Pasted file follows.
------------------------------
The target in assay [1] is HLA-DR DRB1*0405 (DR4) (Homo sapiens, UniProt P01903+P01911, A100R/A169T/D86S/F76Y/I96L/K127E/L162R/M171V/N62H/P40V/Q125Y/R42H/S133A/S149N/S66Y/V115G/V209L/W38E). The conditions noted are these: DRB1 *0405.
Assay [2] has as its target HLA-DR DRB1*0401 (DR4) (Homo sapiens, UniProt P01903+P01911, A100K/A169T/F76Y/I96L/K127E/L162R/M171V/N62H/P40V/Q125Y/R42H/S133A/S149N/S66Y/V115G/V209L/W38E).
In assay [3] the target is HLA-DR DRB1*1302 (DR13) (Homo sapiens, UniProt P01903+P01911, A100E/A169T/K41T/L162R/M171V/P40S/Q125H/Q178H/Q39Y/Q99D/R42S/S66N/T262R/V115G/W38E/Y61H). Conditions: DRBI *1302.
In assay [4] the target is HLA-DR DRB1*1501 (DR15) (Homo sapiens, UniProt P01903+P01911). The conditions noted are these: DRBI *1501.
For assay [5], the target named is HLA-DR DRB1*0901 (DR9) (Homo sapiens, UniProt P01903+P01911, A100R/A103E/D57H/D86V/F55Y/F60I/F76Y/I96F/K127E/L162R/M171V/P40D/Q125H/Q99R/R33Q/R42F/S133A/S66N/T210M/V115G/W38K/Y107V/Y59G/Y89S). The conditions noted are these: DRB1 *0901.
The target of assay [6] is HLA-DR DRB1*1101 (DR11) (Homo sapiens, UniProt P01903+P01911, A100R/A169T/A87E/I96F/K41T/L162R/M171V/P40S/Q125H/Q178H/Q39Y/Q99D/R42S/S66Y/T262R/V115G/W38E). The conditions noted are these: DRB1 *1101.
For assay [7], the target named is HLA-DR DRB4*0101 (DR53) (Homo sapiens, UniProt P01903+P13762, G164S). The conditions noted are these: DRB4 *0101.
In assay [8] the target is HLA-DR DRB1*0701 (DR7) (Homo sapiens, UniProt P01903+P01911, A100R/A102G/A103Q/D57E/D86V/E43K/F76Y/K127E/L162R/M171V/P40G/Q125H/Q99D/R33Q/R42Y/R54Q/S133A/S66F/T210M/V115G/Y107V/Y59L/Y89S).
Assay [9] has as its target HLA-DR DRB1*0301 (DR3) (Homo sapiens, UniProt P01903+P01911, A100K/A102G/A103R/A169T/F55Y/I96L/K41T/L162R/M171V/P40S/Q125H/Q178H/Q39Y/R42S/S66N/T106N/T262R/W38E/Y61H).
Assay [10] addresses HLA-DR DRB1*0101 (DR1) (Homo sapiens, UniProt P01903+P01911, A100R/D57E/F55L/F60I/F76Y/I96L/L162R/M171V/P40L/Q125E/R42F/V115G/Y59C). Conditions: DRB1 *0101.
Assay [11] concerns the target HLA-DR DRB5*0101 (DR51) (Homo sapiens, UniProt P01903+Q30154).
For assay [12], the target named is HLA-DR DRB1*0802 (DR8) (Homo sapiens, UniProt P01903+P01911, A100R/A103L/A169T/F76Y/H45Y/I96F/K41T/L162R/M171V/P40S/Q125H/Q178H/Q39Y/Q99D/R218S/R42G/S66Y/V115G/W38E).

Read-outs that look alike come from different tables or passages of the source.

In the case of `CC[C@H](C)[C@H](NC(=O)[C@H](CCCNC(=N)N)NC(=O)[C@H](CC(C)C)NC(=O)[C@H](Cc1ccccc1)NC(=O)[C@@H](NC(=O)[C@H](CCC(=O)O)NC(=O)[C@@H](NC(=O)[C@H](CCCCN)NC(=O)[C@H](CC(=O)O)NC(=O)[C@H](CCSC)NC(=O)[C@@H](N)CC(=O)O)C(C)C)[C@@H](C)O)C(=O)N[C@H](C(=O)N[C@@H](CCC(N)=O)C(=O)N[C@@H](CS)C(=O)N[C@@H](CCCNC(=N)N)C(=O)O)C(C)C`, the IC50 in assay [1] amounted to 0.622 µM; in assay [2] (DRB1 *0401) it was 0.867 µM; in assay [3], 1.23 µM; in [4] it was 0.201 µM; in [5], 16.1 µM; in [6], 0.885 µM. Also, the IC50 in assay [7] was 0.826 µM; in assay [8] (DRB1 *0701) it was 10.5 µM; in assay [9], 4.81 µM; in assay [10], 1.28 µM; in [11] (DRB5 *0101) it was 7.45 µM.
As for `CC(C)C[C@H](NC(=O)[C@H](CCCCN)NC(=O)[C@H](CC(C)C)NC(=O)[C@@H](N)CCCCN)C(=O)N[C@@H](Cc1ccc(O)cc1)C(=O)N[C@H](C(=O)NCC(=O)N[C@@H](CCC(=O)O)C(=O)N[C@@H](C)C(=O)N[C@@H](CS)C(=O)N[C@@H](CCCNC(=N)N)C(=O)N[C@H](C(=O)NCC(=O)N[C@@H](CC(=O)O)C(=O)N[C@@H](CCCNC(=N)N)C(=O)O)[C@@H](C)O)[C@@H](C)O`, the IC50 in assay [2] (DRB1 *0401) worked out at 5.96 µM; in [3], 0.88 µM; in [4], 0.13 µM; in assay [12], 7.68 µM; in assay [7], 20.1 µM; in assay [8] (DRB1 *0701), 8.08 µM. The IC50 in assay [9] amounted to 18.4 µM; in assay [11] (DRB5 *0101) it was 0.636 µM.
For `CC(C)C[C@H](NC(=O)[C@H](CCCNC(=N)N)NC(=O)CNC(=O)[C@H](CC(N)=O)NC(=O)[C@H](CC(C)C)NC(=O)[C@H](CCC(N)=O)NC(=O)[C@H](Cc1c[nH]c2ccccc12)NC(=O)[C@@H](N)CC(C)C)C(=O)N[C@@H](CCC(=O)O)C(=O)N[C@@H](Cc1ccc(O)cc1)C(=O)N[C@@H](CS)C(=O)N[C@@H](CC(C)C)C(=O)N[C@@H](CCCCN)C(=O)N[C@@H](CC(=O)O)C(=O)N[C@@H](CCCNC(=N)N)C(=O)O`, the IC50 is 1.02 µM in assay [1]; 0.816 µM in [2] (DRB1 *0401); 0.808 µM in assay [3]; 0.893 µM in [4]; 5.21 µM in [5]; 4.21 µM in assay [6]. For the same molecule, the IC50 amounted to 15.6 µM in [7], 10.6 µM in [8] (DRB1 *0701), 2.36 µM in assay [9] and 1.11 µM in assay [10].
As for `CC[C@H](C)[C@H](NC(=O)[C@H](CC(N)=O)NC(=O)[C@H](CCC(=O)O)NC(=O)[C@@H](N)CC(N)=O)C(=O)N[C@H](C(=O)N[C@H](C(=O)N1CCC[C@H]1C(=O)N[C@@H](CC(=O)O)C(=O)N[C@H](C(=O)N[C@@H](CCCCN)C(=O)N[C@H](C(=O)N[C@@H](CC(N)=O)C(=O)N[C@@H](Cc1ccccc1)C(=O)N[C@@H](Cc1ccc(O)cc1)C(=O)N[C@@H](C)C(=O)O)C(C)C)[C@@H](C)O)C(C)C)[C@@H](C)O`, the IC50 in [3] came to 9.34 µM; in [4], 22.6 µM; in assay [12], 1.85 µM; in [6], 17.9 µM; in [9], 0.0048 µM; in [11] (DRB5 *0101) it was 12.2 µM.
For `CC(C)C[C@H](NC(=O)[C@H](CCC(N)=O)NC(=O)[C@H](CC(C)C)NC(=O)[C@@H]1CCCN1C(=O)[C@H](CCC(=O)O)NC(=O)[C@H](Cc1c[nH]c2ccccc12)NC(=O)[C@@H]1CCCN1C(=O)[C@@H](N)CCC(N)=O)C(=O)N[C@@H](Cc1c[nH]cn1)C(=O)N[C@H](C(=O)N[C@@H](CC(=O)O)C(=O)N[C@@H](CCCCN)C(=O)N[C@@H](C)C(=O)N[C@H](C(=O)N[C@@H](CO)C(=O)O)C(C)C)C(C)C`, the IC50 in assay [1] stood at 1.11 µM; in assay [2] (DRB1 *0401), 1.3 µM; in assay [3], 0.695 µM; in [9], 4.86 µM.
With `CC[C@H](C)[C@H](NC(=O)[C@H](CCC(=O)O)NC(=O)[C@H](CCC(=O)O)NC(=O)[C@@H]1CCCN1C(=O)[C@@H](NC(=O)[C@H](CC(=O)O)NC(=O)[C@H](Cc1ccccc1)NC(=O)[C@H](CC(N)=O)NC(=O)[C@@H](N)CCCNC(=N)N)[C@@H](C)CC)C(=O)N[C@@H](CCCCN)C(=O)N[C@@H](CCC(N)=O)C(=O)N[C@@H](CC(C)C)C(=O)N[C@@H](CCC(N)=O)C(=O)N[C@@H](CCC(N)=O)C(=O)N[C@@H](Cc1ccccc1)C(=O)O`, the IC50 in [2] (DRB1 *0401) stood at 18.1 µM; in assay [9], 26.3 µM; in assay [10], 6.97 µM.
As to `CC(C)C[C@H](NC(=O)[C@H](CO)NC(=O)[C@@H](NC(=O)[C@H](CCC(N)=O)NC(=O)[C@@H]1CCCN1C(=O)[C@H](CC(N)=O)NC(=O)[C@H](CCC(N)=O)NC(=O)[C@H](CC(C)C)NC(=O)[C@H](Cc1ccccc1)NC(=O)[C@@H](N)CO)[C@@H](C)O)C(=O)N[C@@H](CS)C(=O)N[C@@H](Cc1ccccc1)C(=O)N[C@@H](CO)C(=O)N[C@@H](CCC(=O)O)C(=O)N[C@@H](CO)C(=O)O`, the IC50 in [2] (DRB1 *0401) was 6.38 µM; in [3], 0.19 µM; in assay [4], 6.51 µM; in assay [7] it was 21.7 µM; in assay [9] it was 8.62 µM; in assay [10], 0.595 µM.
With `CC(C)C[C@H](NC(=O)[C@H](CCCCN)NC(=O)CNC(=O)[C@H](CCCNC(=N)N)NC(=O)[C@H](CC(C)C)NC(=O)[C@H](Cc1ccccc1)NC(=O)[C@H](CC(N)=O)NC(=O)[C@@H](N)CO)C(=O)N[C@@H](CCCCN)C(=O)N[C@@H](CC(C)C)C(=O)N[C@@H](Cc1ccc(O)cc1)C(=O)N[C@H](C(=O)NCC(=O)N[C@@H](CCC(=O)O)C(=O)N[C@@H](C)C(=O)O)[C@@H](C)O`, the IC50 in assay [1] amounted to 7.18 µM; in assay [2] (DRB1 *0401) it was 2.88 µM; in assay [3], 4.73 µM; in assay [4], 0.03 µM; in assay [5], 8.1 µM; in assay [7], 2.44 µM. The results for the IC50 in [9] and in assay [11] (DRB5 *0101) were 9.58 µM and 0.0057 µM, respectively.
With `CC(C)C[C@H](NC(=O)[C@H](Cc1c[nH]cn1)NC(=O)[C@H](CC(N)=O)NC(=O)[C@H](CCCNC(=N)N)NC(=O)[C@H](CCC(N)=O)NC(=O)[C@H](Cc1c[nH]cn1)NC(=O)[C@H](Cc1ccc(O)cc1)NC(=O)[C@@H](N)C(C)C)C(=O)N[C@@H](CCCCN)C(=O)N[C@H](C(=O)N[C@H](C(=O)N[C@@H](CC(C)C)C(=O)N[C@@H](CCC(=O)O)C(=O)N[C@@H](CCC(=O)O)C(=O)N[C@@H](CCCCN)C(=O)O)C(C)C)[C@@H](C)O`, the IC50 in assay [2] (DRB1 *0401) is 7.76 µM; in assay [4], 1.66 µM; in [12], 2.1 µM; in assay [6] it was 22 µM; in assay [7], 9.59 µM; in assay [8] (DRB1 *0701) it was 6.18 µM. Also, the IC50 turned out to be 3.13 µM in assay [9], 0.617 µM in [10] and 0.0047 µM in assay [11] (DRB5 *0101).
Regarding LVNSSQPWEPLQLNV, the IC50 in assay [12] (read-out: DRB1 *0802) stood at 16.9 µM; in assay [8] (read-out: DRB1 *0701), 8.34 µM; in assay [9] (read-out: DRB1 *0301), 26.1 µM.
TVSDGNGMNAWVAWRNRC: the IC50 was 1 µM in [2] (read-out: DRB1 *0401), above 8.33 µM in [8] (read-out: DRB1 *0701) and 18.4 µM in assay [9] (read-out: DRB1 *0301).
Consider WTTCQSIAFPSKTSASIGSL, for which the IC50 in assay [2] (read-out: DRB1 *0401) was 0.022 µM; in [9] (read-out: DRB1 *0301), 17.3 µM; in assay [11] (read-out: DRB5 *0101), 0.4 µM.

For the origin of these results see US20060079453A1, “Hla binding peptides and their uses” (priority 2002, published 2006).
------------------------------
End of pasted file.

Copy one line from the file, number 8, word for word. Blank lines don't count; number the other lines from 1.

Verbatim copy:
In assay [8] the target is HLA-DR DRB1*0701 (DR7) (Homo sapiens, UniProt P01903+P01911, A100R/A102G/A103Q/D57E/D86V/E43K/F76Y/K127E/L162R/M171V/P40G/Q125H/Q99D/R33Q/R42Y/R54Q/S133A/S66F/T210M/V115G/Y107V/Y59L/Y89S).